Protecting Holiday Mental Health
In the 1965 cartoon A Charlie Brown Christmas, Charlie Brown laments the commercialism and stress of the Christmas season to budding psychologist, Lucy. She is able to relate with her own sentiments: “I know how you feel about all this Christmas business, getting depressed and all that. It happens to me every year. I never get what I really want. I always get a lot of stupid toys or a bicycle or clothes or something like that.” Protecting Holiday mental health is, unfortunately, not a new topic. Be proactive and take a few words of wisdom from this Town&Country article.
A perfect world sees the holiday season filled with love, warmth, and happiness. However, more often, it is crammed with stress, exhaustion, and panic. Here, we offer some advice on how to bring a little calm back to the festive season. How can we avoid the stress of the festive season?
I know it seems hard to believe, but we are, once again, fast approaching the holiday season.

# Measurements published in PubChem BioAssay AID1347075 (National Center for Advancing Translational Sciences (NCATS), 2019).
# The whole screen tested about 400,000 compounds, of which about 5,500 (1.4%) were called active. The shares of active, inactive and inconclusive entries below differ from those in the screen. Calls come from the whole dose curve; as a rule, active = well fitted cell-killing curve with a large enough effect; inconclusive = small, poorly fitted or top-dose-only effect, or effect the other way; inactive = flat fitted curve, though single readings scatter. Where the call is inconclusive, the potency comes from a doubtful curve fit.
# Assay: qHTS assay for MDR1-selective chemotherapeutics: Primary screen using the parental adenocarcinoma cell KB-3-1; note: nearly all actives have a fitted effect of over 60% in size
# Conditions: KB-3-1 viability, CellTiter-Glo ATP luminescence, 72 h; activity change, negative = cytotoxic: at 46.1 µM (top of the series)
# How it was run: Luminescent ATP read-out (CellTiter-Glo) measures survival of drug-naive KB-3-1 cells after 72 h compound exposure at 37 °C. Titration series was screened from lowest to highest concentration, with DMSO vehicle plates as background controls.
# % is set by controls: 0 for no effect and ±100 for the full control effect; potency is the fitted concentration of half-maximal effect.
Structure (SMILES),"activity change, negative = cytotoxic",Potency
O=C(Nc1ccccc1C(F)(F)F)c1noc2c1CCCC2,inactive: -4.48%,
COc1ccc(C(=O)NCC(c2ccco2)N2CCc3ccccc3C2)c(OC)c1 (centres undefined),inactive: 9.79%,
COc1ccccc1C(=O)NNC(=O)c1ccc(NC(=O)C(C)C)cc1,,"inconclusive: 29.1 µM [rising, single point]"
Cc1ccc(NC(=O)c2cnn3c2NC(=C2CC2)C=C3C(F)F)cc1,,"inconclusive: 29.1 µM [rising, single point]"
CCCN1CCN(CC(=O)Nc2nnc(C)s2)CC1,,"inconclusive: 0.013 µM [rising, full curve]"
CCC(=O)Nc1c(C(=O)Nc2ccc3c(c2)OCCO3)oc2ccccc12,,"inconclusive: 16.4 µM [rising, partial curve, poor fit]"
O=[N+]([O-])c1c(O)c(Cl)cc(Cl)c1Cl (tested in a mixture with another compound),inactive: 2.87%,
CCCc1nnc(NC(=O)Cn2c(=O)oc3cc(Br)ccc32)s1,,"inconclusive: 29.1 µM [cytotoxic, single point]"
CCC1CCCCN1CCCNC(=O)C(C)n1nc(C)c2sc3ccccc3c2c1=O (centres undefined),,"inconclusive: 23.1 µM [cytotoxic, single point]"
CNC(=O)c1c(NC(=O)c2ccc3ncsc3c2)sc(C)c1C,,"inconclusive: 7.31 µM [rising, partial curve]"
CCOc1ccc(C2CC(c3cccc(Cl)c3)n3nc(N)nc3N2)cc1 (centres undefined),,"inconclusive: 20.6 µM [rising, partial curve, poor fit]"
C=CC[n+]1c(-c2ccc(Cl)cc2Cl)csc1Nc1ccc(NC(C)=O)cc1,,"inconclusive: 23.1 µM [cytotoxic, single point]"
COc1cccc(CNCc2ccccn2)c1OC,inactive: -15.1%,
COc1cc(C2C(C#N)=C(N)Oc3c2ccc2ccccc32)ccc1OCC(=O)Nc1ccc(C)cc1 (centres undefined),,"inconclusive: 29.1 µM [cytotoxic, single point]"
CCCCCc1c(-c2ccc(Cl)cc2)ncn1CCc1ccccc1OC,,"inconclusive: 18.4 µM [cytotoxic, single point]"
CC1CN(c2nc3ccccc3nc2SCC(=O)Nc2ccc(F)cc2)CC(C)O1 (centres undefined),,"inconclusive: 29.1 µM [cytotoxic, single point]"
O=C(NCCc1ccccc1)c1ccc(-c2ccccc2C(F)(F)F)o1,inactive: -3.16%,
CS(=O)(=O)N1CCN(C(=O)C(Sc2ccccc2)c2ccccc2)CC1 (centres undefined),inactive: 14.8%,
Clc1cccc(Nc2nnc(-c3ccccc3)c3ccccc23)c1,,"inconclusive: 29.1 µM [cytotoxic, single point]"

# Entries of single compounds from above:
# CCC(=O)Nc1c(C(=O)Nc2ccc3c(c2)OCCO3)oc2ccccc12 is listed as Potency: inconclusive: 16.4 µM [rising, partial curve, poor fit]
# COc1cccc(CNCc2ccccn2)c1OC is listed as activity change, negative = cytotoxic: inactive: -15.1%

Although millions of people across the United States and beyond are looking forward to the festivities, it can sometimes leave people feeling jaded and exhausted.
There are gifts to buy, family to visit, meals to cook, and events to plan and attend. Time is limited, money is tight, and the children won’t stop crying.
Many people have stressful lives before the added pressures of the holiday season; sometimes, the extra cognitive weight can make them buckle.
A survey conducted by the American Psychological Association found that people in the U.S. are likely to feel more stressed around the holidays rather than less.
You may also find this article helpful: ‘Toxic stress’ on children can harm their lifelong learning, mental and physical health